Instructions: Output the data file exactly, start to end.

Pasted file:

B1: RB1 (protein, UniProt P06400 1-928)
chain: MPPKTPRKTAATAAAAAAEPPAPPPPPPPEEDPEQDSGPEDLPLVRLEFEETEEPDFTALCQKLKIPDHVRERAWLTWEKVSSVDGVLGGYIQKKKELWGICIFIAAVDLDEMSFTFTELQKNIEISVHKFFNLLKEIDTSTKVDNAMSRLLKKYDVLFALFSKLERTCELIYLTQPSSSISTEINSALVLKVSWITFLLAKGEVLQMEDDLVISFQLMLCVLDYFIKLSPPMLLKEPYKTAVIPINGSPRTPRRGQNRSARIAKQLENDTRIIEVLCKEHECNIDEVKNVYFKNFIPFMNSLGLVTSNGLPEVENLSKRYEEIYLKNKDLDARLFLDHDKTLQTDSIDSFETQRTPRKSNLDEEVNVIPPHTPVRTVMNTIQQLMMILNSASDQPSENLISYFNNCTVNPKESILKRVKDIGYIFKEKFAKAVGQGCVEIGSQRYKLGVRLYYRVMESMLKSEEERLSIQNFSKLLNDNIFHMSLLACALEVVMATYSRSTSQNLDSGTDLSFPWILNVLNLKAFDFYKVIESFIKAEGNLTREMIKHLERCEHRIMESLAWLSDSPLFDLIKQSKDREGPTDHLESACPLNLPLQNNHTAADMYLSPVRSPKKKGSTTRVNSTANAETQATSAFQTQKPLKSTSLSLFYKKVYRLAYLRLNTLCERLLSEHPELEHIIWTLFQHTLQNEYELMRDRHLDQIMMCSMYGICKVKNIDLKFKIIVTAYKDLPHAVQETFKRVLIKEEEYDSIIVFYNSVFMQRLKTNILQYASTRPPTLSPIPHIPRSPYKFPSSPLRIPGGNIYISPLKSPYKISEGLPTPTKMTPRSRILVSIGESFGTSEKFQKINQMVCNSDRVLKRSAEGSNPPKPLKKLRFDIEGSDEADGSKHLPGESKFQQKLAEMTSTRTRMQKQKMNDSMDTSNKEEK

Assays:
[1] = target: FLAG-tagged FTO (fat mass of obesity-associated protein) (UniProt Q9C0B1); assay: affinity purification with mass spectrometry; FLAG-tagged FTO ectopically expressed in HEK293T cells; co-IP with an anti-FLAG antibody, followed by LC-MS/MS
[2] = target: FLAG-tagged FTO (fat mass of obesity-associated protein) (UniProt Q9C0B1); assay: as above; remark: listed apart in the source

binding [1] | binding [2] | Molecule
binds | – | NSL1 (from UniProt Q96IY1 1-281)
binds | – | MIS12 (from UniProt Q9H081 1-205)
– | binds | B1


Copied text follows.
B1: RB1 (protein, UniProt P06400 1-928)
chain: MPPKTPRKTAATAAAAAAEPPAPPPPPPPEEDPEQDSGPEDLPLVRLEFEETEEPDFTALCQKLKIPDHVRERAWLTWEKVSSVDGVLGGYIQKKKELWGICIFIAAVDLDEMSFTFTELQKNIEISVHKFFNLLKEIDTSTKVDNAMSRLLKKYDVLFALFSKLERTCELIYLTQPSSSISTEINSALVLKVSWITFLLAKGEVLQMEDDLVISFQLMLCVLDYFIKLSPPMLLKEPYKTAVIPINGSPRTPRRGQNRSARIAKQLENDTRIIEVLCKEHECNIDEVKNVYFKNFIPFMNSLGLVTSNGLPEVENLSKRYEEIYLKNKDLDARLFLDHDKTLQTDSIDSFETQRTPRKSNLDEEVNVIPPHTPVRTVMNTIQQLMMILNSASDQPSENLISYFNNCTVNPKESILKRVKDIGYIFKEKFAKAVGQGCVEIGSQRYKLGVRLYYRVMESMLKSEEERLSIQNFSKLLNDNIFHMSLLACALEVVMATYSRSTSQNLDSGTDLSFPWILNVLNLKAFDFYKVIESFIKAEGNLTREMIKHLERCEHRIMESLAWLSDSPLFDLIKQSKDREGPTDHLESACPLNLPLQNNHTAADMYLSPVRSPKKKGSTTRVNSTANAETQATSAFQTQKPLKSTSLSLFYKKVYRLAYLRLNTLCERLLSEHPELEHIIWTLFQHTLQNEYELMRDRHLDQIMMCSMYGICKVKNIDLKFKIIVTAYKDLPHAVQETFKRVLIKEEEYDSIIVFYNSVFMQRLKTNILQYASTRPPTLSPIPHIPRSPYKFPSSPLRIPGGNIYISPLKSPYKISEGLPTPTKMTPRSRILVSIGESFGTSEKFQKINQMVCNSDRVLKRSAEGSNPPKPLKKLRFDIEGSDEADGSKHLPGESKFQQKLAEMTSTRTRMQKQKMNDSMDTSNKEEK

Assays:
[1] = target: FLAG-tagged FTO (fat mass of obesity-associated protein) (UniProt Q9C0B1); assay: affinity purification with mass spectrometry; FLAG-tagged FTO ectopically expressed in HEK293T cells; co-IP with an anti-FLAG antibody, followed by LC-MS/MS
[2] = target: FLAG-tagged FTO (fat mass of obesity-associated protein) (UniProt Q9C0B1); assay: as above; remark: listed apart in the source

binding [1] | binding [2] | Molecule
binds | – | NSL1 (from UniProt Q96IY1 1-281)
binds | – | MIS12 (from UniProt Q9H081 1-205)
– | binds | B1